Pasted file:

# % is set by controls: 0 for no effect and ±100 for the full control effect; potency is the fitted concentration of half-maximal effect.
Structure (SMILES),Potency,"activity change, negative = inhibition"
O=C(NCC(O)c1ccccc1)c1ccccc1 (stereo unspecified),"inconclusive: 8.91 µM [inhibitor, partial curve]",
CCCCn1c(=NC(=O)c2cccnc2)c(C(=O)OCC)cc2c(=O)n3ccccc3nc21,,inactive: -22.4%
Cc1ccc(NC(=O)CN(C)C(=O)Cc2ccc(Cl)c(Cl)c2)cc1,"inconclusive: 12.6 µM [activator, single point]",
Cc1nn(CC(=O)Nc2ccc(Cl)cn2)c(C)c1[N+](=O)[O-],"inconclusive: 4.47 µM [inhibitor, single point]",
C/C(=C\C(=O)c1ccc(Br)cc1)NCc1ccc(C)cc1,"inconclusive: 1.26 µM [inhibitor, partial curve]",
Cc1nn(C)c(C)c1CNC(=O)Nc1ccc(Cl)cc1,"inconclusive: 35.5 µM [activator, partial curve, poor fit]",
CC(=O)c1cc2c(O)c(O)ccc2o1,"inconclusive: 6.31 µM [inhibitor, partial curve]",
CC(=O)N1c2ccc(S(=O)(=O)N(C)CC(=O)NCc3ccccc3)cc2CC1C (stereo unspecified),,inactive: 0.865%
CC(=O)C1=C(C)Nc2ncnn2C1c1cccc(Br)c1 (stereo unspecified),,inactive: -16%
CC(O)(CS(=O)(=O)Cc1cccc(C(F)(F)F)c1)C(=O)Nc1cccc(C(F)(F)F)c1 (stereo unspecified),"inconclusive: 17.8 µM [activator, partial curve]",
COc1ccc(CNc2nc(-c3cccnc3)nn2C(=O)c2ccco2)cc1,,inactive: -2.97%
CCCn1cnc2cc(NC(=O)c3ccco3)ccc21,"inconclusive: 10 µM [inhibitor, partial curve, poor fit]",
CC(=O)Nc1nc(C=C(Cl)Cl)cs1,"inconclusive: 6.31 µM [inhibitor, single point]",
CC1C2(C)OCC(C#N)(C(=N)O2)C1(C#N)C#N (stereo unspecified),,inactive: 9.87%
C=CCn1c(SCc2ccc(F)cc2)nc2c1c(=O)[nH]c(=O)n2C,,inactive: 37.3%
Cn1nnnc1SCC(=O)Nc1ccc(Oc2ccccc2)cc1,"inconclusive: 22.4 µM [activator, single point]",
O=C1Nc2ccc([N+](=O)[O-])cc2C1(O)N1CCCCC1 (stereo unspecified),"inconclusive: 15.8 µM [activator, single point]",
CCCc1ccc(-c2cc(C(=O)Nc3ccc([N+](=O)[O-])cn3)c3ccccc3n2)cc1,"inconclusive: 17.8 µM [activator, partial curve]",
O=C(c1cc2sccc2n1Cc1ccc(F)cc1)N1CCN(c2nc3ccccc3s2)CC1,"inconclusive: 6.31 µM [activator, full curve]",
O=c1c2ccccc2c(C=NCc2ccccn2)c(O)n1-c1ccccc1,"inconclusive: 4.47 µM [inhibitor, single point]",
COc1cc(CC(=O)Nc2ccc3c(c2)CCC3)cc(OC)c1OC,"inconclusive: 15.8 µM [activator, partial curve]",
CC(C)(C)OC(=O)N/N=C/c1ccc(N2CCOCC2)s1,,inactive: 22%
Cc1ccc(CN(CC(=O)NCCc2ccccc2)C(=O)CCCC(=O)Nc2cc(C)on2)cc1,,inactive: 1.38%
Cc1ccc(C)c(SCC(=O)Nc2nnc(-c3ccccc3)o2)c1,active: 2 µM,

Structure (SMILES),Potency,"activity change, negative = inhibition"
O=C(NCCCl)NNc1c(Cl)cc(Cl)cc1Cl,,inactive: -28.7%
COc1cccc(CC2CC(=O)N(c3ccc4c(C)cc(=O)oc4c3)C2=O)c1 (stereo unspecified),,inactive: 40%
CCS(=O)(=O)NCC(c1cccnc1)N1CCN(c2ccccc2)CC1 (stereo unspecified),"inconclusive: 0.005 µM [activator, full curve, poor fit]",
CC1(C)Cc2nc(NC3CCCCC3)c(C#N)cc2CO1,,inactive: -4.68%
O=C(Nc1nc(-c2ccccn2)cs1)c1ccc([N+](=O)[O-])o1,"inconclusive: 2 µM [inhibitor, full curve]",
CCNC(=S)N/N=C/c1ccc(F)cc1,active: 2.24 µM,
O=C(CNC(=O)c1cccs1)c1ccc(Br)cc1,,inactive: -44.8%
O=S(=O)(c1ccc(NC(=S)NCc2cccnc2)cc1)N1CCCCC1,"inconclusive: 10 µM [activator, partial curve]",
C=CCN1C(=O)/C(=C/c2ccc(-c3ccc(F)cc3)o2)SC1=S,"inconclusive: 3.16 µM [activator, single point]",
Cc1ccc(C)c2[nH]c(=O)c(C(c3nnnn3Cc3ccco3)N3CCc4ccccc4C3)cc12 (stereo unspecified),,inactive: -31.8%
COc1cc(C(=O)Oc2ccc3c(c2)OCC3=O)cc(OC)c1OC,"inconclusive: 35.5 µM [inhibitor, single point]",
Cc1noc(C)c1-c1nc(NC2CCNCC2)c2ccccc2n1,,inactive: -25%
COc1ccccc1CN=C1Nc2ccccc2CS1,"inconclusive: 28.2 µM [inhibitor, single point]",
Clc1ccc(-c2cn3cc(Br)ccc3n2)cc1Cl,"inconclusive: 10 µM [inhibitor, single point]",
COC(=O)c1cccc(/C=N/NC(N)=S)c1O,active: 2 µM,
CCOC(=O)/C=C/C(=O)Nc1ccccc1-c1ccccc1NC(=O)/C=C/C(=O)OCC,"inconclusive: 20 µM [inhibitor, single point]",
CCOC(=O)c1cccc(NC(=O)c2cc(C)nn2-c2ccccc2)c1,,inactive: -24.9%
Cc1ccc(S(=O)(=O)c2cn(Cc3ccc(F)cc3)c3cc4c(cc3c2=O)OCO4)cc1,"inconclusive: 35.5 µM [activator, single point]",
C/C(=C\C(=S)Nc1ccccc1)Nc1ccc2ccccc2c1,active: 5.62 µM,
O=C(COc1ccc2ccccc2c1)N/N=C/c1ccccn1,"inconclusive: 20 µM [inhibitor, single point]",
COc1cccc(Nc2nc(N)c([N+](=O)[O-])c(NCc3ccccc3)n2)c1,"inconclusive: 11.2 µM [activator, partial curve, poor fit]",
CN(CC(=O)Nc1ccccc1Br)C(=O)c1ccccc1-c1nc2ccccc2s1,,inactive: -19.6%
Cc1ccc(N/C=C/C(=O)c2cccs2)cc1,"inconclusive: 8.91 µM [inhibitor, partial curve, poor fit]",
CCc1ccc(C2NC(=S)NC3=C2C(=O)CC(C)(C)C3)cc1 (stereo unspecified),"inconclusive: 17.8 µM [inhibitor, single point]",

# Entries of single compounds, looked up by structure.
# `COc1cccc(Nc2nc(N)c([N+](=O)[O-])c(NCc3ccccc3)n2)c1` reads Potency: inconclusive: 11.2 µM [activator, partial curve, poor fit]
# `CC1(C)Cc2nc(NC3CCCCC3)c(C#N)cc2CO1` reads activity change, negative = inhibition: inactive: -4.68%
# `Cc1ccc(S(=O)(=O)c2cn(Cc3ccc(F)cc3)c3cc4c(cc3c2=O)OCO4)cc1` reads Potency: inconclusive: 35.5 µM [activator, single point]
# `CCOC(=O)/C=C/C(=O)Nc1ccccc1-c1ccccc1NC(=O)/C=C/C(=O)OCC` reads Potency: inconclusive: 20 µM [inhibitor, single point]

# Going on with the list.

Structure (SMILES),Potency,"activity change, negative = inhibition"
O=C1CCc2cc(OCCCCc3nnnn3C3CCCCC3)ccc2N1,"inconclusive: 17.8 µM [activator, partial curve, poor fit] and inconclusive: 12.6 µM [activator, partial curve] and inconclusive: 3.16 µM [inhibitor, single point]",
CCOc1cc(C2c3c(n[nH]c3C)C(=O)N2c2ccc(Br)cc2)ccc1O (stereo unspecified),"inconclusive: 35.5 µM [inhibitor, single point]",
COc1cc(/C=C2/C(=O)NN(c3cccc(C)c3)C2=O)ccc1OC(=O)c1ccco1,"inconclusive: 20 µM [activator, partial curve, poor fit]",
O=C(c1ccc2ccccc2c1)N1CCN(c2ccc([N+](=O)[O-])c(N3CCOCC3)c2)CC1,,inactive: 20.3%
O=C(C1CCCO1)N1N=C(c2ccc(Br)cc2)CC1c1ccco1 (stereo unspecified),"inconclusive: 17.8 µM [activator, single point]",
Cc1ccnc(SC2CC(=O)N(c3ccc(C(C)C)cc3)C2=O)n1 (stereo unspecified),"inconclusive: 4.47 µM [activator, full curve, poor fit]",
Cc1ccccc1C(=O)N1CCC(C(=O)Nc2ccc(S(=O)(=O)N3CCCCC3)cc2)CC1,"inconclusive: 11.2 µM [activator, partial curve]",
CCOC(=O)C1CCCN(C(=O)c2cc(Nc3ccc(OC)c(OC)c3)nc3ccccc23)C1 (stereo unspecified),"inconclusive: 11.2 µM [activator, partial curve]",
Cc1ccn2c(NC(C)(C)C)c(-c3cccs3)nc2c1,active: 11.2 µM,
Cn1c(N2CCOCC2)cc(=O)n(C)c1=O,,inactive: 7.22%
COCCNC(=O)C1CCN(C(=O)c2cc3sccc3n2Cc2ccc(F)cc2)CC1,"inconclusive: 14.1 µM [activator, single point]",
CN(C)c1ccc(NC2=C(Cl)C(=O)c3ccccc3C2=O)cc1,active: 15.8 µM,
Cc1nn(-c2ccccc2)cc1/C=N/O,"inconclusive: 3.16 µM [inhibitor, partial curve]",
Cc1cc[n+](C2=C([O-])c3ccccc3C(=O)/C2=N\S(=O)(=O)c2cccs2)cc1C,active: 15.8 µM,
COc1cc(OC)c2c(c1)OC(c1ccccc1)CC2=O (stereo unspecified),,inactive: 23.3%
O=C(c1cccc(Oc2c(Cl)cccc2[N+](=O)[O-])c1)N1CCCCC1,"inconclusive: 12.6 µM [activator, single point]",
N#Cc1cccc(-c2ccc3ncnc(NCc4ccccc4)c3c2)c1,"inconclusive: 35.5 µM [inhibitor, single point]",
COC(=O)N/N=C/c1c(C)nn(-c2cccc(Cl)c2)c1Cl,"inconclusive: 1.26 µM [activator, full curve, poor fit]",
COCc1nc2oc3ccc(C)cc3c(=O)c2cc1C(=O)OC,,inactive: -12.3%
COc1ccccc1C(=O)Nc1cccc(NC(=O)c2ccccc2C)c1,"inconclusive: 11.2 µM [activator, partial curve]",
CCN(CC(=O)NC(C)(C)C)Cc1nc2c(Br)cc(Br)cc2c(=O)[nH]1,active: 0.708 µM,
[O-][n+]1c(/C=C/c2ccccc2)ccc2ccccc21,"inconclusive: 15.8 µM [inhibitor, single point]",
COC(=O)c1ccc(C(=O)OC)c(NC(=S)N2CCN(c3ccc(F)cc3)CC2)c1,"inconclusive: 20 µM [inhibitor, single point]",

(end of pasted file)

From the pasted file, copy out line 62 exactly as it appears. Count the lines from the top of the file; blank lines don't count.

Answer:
O=C(c1ccc2ccccc2c1)N1CCN(c2ccc([N+](=O)[O-])c(N3CCOCC3)c2)CC1,,inactive: 20.3%